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Discussion Starter #1 (Edited)
This key seems to be the solution for nearly every savin problem. But what does it really do? Is it depending on the system? I heard about people having a problem with saving in ePSXe and have to press F4 to get it work. I never had this problem on my System. So why there is this problem on some machines and on some not?
 

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Discussion Starter #3
I know that :)
But why it has to be pressed on some machines and on some not?
And wtf is this SIO IRQ doing?
 

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This is a really good question, I hope that some knowledgable emu-author types can post a good explanation. It's kind of like voodoo to me, if any games seem to be stalling while checking for memory cards, I hit F4 a couple of times, and they roll along.

I don't know what it does, but I know that it works.
 

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well I'm no emu author :( (...yet! :) )
but if you type SIO IRQ out, you get
Serial Input Output Interrupt ReQuest !!!
...you can figure out what that means for yourself ;)
 

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:sigh: Quite some time ago I'd posted my thoughts on this subject. Sadly, it seems that after a topic is inactive for awhile it gets trimmed, so I'll just have to type it again ;)

Please note that everything below is merely my speculation and could be (and probably is) wrong. My ideas are only the result of deductive reasoning, not scientific analysis:

At its most basic an IRQ (Interrupt ReQuest) is a method whereby functionality that's outside of a processor (the realtime clock or input devices, for example) can be allowed to gain the processor's time. Normally, if set to a given task, a processor will continue to execute the task until it reaches completion.

Imagine, if you will, that the processor is a clerical person in an office. The secretary, if left alone, will complete work that they have pending and, if no new work is assigned, will be left to idle. An IRQ can walk over to the clerical person and make a request. "Hi there! Could you take a look at this data, then do something with it?" The processor agrees and temporarily interrupts (hence the name) their previous work to see what the IRQ wants done.

The PSX's processor works in much the same way. If left to its own devices, it'd continuously loop through the code and nothing else. Like most other systems, the PSX also contains IRQs which cause the processor to temporarily perform other activiities. "The user has pressed the (X) button. Please update the screen as such, ok?" From the behavior I've observed, the SIO IRQ (which I assume stands for Sequential [or Serial, perhaps] Input/Output) controls the flow of information from the CD drive, memory cards and controllers.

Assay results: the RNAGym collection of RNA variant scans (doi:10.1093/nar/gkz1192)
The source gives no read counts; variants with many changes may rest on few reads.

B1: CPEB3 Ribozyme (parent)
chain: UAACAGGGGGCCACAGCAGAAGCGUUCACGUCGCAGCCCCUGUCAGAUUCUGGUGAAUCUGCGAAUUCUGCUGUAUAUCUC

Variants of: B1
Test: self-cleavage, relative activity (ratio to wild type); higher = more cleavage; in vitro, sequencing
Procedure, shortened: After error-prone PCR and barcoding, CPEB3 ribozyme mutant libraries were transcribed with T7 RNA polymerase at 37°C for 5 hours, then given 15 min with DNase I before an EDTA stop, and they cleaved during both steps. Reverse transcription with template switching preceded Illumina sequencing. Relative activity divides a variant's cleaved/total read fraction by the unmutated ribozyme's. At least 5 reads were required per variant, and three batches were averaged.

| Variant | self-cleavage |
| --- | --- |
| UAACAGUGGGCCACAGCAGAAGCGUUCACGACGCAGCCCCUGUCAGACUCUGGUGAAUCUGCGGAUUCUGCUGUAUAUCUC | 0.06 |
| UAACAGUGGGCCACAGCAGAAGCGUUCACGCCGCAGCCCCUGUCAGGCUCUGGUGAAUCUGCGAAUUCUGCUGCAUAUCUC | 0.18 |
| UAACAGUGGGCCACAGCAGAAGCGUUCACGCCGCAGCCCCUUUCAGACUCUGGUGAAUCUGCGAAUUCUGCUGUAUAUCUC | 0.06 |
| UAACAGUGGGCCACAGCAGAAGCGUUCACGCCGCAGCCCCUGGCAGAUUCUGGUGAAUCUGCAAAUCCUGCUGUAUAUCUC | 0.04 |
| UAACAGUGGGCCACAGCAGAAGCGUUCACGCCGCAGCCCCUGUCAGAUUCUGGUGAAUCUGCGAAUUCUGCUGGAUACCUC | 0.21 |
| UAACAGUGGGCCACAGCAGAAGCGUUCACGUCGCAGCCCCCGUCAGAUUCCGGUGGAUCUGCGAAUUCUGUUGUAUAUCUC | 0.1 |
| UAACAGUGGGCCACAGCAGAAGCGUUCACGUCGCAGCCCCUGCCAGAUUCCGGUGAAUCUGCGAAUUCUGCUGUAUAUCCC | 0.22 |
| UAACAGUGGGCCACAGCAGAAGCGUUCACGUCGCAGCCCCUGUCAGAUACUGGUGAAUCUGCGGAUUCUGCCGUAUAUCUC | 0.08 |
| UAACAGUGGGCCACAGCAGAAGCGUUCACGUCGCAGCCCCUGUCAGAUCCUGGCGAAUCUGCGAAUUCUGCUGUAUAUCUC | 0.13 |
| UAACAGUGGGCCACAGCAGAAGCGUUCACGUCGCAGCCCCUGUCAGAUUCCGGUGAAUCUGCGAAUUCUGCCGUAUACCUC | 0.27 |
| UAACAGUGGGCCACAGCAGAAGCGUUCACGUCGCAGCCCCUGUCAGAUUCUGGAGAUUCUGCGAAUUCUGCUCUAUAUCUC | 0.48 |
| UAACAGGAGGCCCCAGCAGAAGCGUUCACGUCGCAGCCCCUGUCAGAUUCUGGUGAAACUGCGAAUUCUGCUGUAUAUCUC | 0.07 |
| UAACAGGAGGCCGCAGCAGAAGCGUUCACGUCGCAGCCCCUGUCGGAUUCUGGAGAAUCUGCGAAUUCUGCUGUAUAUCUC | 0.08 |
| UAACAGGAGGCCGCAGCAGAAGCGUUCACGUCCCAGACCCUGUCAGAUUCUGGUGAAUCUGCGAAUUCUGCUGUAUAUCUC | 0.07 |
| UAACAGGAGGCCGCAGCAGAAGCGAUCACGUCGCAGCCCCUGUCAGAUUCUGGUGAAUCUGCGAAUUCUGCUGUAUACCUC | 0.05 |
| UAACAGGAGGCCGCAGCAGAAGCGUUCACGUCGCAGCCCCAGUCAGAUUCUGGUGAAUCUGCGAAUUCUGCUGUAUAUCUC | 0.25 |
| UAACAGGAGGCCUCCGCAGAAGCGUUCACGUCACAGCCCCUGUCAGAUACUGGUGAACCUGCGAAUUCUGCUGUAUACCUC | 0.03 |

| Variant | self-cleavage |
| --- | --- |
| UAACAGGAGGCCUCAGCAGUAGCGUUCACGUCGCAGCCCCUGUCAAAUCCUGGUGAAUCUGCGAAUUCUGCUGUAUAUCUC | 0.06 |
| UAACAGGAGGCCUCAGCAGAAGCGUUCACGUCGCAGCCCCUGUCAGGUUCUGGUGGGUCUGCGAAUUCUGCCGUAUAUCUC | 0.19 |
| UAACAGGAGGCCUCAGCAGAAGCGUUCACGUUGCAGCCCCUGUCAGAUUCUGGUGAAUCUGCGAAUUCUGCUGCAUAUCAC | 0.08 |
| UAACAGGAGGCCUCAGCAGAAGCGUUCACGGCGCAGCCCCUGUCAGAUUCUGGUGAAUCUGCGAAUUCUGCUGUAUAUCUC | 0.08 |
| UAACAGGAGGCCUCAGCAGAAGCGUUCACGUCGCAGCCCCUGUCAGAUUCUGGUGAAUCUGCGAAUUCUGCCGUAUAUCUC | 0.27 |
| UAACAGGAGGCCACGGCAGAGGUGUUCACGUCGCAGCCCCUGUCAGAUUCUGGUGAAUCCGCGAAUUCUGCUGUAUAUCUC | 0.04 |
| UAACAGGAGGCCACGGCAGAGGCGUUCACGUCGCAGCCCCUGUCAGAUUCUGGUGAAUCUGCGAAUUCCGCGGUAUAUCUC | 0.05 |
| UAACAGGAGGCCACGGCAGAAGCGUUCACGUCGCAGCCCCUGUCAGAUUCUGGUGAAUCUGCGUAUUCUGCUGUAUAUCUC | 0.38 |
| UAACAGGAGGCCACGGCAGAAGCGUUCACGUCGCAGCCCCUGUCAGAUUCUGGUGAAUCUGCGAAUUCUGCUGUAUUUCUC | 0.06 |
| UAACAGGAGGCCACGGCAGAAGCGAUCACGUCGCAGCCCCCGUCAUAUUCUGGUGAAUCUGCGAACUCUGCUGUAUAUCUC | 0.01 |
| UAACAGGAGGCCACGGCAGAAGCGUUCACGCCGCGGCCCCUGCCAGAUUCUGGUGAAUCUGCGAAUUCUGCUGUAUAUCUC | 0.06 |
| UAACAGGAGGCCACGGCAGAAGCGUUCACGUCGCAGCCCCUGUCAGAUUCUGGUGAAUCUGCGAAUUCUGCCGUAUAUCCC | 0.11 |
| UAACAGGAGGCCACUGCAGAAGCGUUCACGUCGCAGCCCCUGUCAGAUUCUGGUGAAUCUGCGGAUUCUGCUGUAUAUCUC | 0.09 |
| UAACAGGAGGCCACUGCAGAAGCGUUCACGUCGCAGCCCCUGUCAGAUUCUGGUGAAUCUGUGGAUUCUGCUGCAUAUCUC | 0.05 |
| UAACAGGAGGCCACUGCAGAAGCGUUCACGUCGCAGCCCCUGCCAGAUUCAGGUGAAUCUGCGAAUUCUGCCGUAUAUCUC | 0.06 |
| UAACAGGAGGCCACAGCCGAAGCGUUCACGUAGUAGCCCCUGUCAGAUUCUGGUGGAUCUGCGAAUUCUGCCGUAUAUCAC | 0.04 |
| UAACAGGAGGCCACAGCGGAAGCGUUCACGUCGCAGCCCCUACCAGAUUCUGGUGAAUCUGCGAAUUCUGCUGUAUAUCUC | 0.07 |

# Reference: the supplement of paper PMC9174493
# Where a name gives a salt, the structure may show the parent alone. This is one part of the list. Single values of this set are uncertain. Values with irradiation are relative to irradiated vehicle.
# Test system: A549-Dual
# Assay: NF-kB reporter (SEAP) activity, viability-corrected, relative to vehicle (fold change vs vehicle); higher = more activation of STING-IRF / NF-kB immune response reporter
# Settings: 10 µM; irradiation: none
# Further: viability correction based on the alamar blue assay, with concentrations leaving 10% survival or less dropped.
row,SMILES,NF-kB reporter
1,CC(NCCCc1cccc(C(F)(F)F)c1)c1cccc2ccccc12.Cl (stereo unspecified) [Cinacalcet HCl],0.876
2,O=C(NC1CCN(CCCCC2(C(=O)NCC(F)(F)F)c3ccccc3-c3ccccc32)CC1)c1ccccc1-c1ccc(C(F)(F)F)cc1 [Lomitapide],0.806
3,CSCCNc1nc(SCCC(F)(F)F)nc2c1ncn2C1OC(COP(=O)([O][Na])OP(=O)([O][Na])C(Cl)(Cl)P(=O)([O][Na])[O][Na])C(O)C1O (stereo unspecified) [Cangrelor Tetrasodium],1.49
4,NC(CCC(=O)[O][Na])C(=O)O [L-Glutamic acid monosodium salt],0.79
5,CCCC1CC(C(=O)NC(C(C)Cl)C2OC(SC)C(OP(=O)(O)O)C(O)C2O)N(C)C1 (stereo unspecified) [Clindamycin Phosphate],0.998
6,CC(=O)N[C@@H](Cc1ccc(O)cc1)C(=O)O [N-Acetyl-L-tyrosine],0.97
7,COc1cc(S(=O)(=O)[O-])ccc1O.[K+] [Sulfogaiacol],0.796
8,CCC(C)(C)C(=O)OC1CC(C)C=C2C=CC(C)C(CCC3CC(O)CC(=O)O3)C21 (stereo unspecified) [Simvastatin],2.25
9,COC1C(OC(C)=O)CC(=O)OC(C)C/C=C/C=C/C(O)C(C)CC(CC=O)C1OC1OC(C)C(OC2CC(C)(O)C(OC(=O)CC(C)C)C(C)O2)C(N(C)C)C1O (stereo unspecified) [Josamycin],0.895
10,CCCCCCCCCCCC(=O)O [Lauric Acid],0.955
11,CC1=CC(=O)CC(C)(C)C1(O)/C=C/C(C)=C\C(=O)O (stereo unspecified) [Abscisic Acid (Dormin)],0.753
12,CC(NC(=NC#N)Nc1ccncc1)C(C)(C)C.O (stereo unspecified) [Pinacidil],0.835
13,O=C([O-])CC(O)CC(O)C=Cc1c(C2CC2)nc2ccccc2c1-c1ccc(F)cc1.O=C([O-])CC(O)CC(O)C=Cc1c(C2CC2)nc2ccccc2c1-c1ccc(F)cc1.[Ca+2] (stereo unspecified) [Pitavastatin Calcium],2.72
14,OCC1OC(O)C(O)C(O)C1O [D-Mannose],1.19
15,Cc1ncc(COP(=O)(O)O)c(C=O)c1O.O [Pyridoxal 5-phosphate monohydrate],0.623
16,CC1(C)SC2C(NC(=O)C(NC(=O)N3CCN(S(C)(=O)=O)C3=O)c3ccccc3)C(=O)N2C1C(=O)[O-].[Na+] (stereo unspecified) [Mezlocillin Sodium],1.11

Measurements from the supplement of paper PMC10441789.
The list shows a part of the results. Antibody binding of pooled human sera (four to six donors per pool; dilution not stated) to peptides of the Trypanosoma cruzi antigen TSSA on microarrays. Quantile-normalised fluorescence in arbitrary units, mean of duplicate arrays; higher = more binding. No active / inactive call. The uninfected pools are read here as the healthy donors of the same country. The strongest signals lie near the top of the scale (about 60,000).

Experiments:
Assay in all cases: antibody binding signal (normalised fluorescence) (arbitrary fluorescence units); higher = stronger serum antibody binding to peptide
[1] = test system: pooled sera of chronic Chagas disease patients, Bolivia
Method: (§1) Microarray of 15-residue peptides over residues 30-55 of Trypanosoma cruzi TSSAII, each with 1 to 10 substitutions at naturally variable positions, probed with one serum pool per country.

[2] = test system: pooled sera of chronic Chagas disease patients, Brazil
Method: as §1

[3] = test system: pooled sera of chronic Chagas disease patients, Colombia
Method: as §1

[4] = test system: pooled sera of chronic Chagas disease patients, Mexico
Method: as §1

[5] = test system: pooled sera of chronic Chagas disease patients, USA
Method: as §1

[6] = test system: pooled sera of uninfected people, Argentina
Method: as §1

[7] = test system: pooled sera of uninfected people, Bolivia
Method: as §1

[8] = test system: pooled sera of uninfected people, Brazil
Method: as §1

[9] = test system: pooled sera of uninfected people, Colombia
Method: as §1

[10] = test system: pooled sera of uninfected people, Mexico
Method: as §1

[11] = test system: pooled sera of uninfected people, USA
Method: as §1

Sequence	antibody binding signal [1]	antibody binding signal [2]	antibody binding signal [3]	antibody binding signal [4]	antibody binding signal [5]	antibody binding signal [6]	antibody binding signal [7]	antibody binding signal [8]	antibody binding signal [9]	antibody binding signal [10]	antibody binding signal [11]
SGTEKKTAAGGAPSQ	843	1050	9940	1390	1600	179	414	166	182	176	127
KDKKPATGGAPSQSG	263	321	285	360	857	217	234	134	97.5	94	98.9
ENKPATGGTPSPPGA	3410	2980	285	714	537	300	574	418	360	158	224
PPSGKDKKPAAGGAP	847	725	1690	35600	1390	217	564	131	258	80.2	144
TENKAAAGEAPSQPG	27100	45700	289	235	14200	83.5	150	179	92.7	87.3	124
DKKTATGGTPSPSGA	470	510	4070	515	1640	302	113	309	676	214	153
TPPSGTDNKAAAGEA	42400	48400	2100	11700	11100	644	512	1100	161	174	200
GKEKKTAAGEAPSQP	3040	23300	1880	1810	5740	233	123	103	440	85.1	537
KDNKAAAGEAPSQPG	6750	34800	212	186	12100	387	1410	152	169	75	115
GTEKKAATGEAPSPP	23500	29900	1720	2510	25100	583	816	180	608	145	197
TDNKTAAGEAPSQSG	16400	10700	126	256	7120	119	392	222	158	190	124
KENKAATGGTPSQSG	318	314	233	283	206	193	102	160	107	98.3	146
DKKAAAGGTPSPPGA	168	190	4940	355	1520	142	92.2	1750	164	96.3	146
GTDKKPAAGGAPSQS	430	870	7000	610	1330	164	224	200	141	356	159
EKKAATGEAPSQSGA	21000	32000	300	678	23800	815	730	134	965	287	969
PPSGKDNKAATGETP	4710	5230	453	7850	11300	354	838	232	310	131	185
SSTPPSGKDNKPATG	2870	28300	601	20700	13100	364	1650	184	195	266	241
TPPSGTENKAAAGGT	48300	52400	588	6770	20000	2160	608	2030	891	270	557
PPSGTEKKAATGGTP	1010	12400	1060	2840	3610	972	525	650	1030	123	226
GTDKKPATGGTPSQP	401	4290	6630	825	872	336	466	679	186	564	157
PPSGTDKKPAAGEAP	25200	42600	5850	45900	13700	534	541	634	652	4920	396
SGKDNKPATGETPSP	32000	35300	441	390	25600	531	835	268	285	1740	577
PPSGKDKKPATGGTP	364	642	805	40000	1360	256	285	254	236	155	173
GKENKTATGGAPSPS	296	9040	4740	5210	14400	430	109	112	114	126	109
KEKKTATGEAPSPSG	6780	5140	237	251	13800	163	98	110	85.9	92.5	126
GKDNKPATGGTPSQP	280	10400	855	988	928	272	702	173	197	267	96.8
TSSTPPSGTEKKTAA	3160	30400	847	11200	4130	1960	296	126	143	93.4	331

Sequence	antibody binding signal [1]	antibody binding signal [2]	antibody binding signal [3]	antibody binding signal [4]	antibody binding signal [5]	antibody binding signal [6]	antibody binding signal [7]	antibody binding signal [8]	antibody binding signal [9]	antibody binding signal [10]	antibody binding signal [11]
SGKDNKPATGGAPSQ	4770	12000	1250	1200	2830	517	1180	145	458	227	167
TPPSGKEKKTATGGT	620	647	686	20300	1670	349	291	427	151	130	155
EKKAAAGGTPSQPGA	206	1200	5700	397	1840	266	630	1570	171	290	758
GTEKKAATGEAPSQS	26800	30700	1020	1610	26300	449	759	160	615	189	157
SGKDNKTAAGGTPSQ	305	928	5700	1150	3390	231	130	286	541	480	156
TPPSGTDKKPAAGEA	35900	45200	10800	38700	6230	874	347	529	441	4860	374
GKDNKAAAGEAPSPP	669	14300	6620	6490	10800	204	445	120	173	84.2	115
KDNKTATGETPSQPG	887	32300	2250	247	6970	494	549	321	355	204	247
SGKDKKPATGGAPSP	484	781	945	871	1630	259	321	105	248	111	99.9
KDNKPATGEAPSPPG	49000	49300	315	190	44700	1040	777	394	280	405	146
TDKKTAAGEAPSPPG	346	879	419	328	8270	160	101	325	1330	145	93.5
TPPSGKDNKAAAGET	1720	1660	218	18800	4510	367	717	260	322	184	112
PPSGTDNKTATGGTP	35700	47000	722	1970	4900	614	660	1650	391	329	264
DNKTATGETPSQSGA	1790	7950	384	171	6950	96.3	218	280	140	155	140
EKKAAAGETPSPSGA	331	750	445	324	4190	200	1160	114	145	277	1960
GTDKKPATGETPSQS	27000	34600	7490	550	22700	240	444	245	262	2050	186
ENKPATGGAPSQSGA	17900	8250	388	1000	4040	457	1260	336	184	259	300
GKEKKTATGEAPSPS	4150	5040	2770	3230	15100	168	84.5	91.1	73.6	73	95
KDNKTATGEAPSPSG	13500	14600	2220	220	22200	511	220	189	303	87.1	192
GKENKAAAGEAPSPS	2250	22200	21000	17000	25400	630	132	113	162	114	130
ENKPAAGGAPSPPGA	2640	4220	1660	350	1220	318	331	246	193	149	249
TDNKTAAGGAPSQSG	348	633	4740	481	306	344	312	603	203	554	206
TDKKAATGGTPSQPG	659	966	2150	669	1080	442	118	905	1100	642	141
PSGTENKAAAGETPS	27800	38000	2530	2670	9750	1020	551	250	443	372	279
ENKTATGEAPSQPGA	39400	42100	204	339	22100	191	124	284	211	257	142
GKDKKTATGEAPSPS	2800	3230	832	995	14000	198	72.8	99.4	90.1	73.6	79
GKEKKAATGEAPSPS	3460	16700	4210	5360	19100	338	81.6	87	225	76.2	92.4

Though I'm not certain, I'm willing to bet that in a real PSX the SIO IRQ is managed by the hardware or the PSX's firmware (software built into the hardware) and is polled (that is, checked) on a regular basis to see if there's new information awaiting the processor. Since a PC running an emulator lacks the hardware/firmware, a method was needed to manually make the system go out and check for new data. Hence, the need for 'Force SIO IRQ'; a feature which forces the system to re-read information from its external devices to check for updates.

Did that make any sense?
 

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In otherwords you request the emu to interupt the serial input/output function :p

I guess that means that pressing f4 you force the emu to stop checking serial devices (which I assume is the memory cards or the pads as these are the 2 areas that it fixes.)
 

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Discussion Starter #8 (Edited)
Ok, I understood the explanation of cluthu so far. That sounds really as it could be true :)
But my second question is still unanswered: Why on some systems and on some not?
 

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>Why on systems and on some not?
I'm not really aware of a certain game working on one configuration and not another. The cases where F4 is necessary seem pretty consistant. Do you have an example of this? Not that I'm doubting you, I'm just interested.

If such is the case, I'd suppose...timing issues? I really couldn't say.
 

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Discussion Starter #10 (Edited)
One game which requires in some cases pressing F4 is FF9. On my system it doesn't. But there were a lotta posts from people saying something about this problem.
 

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Spyro, Tony Hawk 1 & 2 need an F4 to get them going when the memory card is accessed the first time.

FF8, Gran Turismo 1 & 2 don't.

It's just curious why some games require it and others don't.
 
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